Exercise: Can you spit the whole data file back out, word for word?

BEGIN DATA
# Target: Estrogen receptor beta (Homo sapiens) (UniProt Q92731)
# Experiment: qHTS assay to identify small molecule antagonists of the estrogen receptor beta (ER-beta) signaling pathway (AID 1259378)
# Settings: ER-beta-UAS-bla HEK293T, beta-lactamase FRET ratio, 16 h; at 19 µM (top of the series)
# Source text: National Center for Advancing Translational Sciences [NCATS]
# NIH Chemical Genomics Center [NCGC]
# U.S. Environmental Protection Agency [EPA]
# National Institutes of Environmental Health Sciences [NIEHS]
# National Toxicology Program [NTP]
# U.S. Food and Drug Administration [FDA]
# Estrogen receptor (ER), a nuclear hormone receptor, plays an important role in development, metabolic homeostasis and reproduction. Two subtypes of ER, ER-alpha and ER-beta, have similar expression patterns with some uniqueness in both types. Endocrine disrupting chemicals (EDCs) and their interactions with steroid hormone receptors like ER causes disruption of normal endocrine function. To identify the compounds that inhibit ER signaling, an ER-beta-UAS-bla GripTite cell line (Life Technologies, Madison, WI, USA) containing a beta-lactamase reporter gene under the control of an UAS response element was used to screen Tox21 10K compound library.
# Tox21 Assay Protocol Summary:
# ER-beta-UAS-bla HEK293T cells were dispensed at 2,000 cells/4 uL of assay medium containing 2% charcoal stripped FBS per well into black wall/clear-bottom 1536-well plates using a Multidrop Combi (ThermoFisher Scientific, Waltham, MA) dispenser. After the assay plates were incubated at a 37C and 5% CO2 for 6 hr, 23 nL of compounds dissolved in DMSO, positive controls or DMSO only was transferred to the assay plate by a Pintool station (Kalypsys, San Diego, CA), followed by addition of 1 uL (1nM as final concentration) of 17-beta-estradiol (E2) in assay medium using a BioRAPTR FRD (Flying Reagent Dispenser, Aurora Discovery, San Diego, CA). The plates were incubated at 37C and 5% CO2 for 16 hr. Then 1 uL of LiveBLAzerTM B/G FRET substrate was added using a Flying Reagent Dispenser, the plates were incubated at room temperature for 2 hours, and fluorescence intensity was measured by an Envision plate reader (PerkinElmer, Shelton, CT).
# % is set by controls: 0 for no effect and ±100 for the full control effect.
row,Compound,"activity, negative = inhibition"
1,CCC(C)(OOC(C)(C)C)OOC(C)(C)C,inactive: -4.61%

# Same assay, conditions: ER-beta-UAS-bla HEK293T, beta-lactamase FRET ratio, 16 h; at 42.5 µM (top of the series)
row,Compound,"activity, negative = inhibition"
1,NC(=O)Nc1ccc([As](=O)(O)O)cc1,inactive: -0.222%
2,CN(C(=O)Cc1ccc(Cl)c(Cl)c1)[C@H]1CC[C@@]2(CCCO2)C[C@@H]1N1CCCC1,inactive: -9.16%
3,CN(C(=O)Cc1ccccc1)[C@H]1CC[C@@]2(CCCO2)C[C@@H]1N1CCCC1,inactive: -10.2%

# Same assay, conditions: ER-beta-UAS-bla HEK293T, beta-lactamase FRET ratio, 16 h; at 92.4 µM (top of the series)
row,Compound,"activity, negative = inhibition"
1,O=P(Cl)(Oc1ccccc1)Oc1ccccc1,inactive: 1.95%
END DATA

# Target: Estrogen receptor beta (Homo sapiens) (UniProt Q92731)
# Experiment: qHTS assay to identify small molecule antagonists of the estrogen receptor beta (ER-beta) signaling pathway (AID 1259378)
# Settings: ER-beta-UAS-bla HEK293T, beta-lactamase FRET ratio, 16 h; at 19 µM (top of the series)
# Source text: National Center for Advancing Translational Sciences [NCATS]
# NIH Chemical Genomics Center [NCGC]
# U.S. Environmental Protection Agency [EPA]
# National Institutes of Environmental Health Sciences [NIEHS]
# National Toxicology Program [NTP]
# U.S. Food and Drug Administration [FDA]
# Estrogen receptor (ER), a nuclear hormone receptor, plays an important role in development, metabolic homeostasis and reproduction. Two subtypes of ER, ER-alpha and ER-beta, have similar expression patterns with some uniqueness in both types. Endocrine disrupting chemicals (EDCs) and their interactions with steroid hormone receptors like ER causes disruption of normal endocrine function. To identify the compounds that inhibit ER signaling, an ER-beta-UAS-bla GripTite cell line (Life Technologies, Madison, WI, USA) containing a beta-lactamase reporter gene under the control of an UAS response element was used to screen Tox21 10K compound library.
# Tox21 Assay Protocol Summary:
# ER-beta-UAS-bla HEK293T cells were dispensed at 2,000 cells/4 uL of assay medium containing 2% charcoal stripped FBS per well into black wall/clear-bottom 1536-well plates using a Multidrop Combi (ThermoFisher Scientific, Waltham, MA) dispenser. After the assay plates were incubated at a 37C and 5% CO2 for 6 hr, 23 nL of compounds dissolved in DMSO, positive controls or DMSO only was transferred to the assay plate by a Pintool station (Kalypsys, San Diego, CA), followed by addition of 1 uL (1nM as final concentration) of 17-beta-estradiol (E2) in assay medium using a BioRAPTR FRD (Flying Reagent Dispenser, Aurora Discovery, San Diego, CA). The plates were incubated at 37C and 5% CO2 for 16 hr. Then 1 uL of LiveBLAzerTM B/G FRET substrate was added using a Flying Reagent Dispenser, the plates were incubated at room temperature for 2 hours, and fluorescence intensity was measured by an Envision plate reader (PerkinElmer, Shelton, CT).
# % is set by controls: 0 for no effect and ±100 for the full control effect.
row,Compound,"activity, negative = inhibition"
1,CCC(C)(OOC(C)(C)C)OOC(C)(C)C,inactive: -4.61%

# Same assay, conditions: ER-beta-UAS-bla HEK293T, beta-lactamase FRET ratio, 16 h; at 42.5 µM (top of the series)
row,Compound,"activity, negative = inhibition"
1,NC(=O)Nc1ccc([As](=O)(O)O)cc1,inactive: -0.222%
2,CN(C(=O)Cc1ccc(Cl)c(Cl)c1)[C@H]1CC[C@@]2(CCCO2)C[C@@H]1N1CCCC1,inactive: -9.16%
3,CN(C(=O)Cc1ccccc1)[C@H]1CC[C@@]2(CCCO2)C[C@@H]1N1CCCC1,inactive: -10.2%

# Same assay, conditions: ER-beta-UAS-bla HEK293T, beta-lactamase FRET ratio, 16 h; at 92.4 µM (top of the series)
row,Compound,"activity, negative = inhibition"
1,O=P(Cl)(Oc1ccccc1)Oc1ccccc1,inactive: 1.95%